The Rebirth of Aesthetics

aes – thet – ics – (noun) a set of principles concerned with the nature and appreciation of beauty

An idea is only an intention until it has been perfected, polished, and produced.

– Marty Neumeier

According to Marty Neumeier, Director of Transformation at the Liquid Agency, the same principles that activate other forms of art will soon become essential to the art of leadership. The more technological our culture becomes, the more we’ll need the sensual and metaphorical power of beauty.

aesthetics

Take a look at the chart below, and see how the aesthetics of the single word on the left inspires your curiosity of leadership through the questions on the right.

The Aesthetics of Leadership

Contrast – How can we differentiate ourselves?

Depth –  How can we succeed on many levels?

Focus – What should we NOT do?

Harmony – How can we achieve synergy?

Integrity – How can we forge the parts into a whole?

Line – What is our trajectory over time?

Motion – What advantage can we gain from speed?

Novelty – How can we use the surprise element?

Order – How should we structure our organization?

Pattern – Where have we seen this before?

Repetition – Where are the economies of scale?

Rhythm – How can we optimize time?

Proportion – How can we keep our strategy balanced?

Scale – How big should our organization be?

Shape – Where should we draw the edges?

Texture – How do details enliven our culture?

Unity – What is the higher-order solution?

Variety – How can diversity drive innovation?

What beautiful thing are you creating in your organization today?

When I’m working on a problem, I never think about beauty. But when I have finished, if the solution is not beautiful, I know it is wrong.

– Buckminster Fuller

inspired by and adapted from Marty Neumeier’s The Designful Company

The Designful Company
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The Playground of the Designer: Working in the Space Between Logic and Magic

ChurchWorld leaders need to think like designers.

Before you rule that out by saying you’re not creative, consider the following thoughts, adapted from The Designful Company by Marty Neumeier.

The easiest way to understand the design process is to see how it differs from the traditional organizational processes you are used to. Most decision-making processes used in churches today were derived from the business world. Those processes came from the early management theory developed as the Industrial Age hit its stride. Those processes emphasized two main activities: knowing and doing. Leaders and organizations would analyze a problem, look to a standard box of options – actions that had been proven to work in the past – and then execute the solution. The traditional church organization is all head and legs.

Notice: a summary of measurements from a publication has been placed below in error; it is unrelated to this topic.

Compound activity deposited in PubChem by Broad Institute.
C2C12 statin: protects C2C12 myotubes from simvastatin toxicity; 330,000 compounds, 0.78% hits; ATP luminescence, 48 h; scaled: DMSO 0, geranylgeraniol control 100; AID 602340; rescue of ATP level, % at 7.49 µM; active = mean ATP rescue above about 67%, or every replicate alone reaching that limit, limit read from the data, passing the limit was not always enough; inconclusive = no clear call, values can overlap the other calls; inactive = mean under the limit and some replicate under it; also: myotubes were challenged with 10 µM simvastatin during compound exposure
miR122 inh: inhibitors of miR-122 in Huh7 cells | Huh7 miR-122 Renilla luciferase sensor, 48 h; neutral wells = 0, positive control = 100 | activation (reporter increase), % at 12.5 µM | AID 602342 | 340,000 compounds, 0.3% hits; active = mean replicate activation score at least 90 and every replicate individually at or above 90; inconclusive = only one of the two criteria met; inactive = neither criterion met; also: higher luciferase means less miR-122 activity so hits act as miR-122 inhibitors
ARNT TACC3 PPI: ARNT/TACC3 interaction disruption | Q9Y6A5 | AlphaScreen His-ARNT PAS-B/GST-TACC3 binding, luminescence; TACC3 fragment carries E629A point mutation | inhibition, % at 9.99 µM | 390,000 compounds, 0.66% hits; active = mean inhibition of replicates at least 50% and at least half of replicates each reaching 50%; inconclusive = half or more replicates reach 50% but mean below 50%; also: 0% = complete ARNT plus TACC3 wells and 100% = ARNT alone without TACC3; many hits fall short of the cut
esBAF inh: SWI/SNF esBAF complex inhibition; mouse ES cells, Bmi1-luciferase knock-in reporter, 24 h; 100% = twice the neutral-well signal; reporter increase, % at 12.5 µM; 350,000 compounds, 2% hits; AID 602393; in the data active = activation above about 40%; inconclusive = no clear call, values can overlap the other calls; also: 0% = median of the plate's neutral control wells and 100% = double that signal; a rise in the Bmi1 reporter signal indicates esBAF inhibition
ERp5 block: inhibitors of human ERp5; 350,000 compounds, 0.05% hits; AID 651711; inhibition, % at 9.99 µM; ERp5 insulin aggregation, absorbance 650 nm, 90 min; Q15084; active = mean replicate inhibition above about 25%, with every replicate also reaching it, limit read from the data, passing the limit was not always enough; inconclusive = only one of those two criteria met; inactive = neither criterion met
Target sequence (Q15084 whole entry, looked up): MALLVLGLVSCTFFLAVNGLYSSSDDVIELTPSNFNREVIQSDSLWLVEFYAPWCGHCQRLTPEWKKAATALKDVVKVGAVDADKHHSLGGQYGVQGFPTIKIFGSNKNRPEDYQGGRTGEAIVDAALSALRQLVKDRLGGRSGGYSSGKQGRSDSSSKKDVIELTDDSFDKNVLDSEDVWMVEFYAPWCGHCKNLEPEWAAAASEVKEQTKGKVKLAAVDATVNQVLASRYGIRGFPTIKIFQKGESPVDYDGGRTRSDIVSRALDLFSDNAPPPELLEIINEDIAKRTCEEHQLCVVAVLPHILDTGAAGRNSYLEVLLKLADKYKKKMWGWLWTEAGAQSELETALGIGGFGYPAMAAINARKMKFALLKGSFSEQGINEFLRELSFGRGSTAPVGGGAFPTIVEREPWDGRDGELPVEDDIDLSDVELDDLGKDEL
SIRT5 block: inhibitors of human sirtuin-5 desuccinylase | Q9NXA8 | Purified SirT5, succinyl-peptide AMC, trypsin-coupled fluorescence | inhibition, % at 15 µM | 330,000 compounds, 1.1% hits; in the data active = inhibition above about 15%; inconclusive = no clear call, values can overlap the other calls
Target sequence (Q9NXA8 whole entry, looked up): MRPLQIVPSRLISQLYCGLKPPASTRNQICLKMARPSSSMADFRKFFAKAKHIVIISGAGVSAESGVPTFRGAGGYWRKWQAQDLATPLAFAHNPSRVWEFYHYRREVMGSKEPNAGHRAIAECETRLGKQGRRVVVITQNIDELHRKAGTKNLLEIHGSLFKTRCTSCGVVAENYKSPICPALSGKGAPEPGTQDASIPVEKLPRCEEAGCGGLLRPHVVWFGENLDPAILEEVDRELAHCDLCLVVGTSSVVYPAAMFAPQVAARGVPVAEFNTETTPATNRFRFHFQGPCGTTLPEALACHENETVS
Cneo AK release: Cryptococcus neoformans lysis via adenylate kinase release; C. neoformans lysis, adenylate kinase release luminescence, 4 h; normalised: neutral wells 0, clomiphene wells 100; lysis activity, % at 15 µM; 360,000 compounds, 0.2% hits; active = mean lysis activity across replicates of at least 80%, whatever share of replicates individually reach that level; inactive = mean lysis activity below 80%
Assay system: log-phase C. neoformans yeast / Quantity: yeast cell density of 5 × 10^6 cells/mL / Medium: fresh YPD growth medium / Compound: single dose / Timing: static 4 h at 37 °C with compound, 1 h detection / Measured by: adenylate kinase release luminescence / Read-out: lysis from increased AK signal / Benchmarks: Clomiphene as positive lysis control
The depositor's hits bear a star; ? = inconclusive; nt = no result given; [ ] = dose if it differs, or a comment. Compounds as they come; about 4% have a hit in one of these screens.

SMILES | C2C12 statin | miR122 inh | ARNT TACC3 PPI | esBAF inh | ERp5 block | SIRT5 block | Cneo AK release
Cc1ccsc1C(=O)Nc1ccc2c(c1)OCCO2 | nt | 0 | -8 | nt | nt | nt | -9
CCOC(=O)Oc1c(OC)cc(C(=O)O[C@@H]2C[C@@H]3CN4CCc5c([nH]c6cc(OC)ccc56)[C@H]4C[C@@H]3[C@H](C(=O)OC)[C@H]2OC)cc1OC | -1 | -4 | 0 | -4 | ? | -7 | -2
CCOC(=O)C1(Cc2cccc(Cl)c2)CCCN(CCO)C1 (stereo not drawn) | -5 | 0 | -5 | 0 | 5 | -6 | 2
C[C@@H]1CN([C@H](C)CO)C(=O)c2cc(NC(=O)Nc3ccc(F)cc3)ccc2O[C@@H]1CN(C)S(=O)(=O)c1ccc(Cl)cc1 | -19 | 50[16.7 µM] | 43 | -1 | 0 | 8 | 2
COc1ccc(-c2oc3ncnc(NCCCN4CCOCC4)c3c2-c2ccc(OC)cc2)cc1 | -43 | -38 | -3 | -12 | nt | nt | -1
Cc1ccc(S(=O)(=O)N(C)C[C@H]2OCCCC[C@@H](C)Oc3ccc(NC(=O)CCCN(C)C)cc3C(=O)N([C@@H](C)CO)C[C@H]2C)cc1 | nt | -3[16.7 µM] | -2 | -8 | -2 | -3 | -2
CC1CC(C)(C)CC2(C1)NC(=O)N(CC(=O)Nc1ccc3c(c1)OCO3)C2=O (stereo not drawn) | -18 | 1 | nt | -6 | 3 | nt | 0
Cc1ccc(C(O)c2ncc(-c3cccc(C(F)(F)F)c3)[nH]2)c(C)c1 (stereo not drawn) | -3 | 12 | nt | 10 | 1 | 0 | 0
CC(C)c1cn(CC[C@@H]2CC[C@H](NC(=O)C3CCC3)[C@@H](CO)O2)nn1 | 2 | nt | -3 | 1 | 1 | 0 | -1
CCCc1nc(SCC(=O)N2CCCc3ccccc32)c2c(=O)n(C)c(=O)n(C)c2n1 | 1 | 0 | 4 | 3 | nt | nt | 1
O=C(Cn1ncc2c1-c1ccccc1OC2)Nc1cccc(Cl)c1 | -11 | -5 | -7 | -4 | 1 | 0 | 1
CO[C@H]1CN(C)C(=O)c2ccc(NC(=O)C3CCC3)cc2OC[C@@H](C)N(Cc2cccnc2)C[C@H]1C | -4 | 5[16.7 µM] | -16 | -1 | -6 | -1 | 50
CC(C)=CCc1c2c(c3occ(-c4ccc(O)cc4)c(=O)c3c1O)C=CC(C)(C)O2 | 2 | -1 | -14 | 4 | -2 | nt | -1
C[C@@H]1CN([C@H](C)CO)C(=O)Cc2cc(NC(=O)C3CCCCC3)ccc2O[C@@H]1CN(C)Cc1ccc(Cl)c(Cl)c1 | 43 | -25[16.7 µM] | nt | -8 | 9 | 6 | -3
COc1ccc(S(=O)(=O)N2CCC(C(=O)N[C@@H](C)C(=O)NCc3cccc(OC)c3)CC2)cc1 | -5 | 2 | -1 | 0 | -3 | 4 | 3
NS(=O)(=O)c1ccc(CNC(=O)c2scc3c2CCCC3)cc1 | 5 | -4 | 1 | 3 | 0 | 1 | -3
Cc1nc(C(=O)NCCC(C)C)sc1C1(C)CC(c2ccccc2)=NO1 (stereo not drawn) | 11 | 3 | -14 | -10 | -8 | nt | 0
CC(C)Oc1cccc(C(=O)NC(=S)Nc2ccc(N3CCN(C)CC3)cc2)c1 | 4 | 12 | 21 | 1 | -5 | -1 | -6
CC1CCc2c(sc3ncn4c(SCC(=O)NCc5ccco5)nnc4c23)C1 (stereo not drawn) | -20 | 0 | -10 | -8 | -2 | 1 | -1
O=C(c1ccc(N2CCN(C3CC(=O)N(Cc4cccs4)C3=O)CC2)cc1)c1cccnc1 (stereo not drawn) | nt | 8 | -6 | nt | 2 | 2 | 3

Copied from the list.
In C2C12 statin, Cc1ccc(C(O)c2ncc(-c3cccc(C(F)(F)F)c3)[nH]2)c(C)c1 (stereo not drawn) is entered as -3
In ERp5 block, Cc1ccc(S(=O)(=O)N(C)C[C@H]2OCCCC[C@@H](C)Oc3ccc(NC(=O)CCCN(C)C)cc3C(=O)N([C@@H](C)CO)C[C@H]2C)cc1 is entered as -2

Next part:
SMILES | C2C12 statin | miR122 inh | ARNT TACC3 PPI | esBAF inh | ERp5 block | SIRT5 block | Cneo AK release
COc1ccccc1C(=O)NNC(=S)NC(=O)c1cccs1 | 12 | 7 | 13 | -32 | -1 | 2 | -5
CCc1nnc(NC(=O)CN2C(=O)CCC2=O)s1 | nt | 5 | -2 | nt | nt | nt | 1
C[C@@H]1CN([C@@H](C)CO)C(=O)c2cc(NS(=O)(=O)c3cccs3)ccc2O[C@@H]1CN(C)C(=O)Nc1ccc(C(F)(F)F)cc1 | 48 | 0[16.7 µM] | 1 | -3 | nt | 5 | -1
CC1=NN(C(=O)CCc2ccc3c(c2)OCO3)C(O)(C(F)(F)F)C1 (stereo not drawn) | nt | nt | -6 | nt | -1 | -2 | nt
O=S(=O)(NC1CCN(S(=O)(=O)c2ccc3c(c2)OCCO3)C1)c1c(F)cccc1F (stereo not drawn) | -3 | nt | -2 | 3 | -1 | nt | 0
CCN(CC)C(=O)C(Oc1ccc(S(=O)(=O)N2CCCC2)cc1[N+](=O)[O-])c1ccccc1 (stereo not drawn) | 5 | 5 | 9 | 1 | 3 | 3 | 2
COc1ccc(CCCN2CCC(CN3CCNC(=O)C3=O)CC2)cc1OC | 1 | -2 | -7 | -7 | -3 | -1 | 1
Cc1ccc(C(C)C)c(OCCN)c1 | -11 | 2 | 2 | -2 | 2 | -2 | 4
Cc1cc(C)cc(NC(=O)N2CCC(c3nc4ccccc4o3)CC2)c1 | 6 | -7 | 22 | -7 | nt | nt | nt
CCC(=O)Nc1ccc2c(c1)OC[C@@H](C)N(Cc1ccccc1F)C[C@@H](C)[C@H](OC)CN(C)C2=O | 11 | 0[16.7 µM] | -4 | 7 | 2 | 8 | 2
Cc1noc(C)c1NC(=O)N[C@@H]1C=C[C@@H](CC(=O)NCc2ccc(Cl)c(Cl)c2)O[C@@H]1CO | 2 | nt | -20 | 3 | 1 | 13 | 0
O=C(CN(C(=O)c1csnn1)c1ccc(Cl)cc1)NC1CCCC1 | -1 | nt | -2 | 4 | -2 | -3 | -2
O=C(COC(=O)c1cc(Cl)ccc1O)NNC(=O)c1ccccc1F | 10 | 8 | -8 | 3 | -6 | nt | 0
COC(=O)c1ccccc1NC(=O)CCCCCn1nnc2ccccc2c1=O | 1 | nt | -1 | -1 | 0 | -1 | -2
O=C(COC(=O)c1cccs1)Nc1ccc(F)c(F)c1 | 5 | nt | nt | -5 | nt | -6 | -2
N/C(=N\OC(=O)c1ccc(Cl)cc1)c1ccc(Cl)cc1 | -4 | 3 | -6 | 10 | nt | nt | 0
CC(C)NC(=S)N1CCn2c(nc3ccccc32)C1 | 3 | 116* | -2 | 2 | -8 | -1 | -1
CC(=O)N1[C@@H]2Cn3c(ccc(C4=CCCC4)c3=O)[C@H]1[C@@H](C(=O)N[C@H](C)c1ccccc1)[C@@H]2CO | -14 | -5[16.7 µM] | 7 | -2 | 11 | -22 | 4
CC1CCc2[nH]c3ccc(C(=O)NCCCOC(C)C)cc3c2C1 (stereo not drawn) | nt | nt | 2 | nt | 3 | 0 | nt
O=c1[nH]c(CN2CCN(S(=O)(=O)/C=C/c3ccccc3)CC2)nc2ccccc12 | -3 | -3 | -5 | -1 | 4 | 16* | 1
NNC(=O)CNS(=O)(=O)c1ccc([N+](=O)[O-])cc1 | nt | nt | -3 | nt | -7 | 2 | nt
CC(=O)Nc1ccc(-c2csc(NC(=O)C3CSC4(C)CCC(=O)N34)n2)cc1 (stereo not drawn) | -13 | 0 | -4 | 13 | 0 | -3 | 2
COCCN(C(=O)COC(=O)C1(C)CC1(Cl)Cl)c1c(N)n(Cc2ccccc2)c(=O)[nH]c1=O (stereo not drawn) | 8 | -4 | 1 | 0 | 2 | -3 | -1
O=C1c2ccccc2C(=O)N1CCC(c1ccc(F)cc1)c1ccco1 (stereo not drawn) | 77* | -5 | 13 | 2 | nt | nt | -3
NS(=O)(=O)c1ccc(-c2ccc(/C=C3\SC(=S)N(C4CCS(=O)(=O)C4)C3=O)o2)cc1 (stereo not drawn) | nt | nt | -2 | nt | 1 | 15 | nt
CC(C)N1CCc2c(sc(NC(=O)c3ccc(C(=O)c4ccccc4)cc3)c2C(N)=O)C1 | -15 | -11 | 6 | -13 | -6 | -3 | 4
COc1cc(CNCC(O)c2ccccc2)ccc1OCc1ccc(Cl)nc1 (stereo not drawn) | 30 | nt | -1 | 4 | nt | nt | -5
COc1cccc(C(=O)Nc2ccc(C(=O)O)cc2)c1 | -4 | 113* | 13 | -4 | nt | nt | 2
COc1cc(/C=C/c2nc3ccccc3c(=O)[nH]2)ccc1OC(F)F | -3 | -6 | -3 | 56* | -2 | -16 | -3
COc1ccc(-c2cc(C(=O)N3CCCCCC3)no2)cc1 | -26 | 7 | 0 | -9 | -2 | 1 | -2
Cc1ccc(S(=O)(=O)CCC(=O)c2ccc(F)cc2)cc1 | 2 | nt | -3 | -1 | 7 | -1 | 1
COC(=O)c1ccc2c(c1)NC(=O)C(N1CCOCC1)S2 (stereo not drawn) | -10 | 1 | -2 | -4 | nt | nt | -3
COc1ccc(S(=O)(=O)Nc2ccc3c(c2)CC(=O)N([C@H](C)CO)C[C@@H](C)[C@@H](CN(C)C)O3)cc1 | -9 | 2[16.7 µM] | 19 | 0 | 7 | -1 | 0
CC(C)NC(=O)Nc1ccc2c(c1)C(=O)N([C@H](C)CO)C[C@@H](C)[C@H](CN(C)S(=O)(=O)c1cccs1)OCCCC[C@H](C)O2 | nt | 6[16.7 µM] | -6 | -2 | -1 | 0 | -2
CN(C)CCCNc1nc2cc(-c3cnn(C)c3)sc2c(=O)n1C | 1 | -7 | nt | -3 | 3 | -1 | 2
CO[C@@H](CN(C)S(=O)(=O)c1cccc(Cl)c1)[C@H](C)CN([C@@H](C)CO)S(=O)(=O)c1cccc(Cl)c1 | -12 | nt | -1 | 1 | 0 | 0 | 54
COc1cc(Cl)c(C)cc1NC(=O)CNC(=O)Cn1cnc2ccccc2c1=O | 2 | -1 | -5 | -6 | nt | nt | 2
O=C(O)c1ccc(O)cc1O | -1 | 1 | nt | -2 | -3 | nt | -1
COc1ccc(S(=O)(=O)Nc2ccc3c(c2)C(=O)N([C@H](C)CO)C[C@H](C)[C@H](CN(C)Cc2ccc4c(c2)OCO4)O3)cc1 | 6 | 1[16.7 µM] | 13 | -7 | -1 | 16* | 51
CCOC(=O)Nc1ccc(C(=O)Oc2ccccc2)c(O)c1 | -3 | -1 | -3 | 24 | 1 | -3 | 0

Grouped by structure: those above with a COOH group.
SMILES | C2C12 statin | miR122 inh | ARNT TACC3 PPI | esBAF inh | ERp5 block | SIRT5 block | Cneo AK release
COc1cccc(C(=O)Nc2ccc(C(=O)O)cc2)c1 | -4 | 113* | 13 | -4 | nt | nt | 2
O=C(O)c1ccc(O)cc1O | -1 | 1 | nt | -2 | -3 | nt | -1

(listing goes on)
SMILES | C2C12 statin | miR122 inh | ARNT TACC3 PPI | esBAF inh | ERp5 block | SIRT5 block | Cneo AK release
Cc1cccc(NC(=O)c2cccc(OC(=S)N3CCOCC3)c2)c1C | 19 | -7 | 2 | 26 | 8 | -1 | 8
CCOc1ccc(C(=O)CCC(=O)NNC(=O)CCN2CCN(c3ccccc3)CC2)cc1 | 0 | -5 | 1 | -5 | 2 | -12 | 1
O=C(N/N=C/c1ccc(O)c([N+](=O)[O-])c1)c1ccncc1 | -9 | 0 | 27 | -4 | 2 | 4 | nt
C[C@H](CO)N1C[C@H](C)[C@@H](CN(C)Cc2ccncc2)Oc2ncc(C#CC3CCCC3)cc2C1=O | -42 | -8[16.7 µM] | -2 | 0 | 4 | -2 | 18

The designful organization inserts a third activity: making.

Leaders still need to analyze the problem (knowing), but they then “make” a new set of options, and then execute that solution (doing). By inserting making between knowing and doing, leaders can bring an entirely different way of working to the problem. The head and legs are improved by adding a pair of hands.

In reality, designers don’t actually “solve” problems. They work through them. They use non-logical processes that are difficult to express in words but easier to express in action. They use models, mockups, sketches, and stories as their vocabulary. They experiment and try new things. If they fail, that’s no problem – they’ve just discovered a way that won’t work.

Leader/Designers operate in the space between knowing and doing, prototyping new solutions that arise from four strengths of empathy, intuition, imagination, and idealism (more about this in a future post).

In the meantime, if you are a leader, you should be a designer. But don’t think you are creating a masterpiece right out of the gate. Designing, innovating, making – whatever you call it, it’s a messy, chaotic process.

One that you can’t afford to ignore.

When the great innovation appears, it will almost certainly be in a muddled, incomplete, and confusing form. For any speculation that does not at first glance look crazy, there is no hope.     – physicist Freeman Dyson

An organization that automatically jumps from knowing to doing will find that innovation is unavailable to it.

To be innovative, an organization needs not only the head and legs of knowing and doing, but also the intuitive hands of making.

How are you putting hands to work in your church?

inspired by and adapted from The Designful Company, by Marty Neumeier

The Designful Company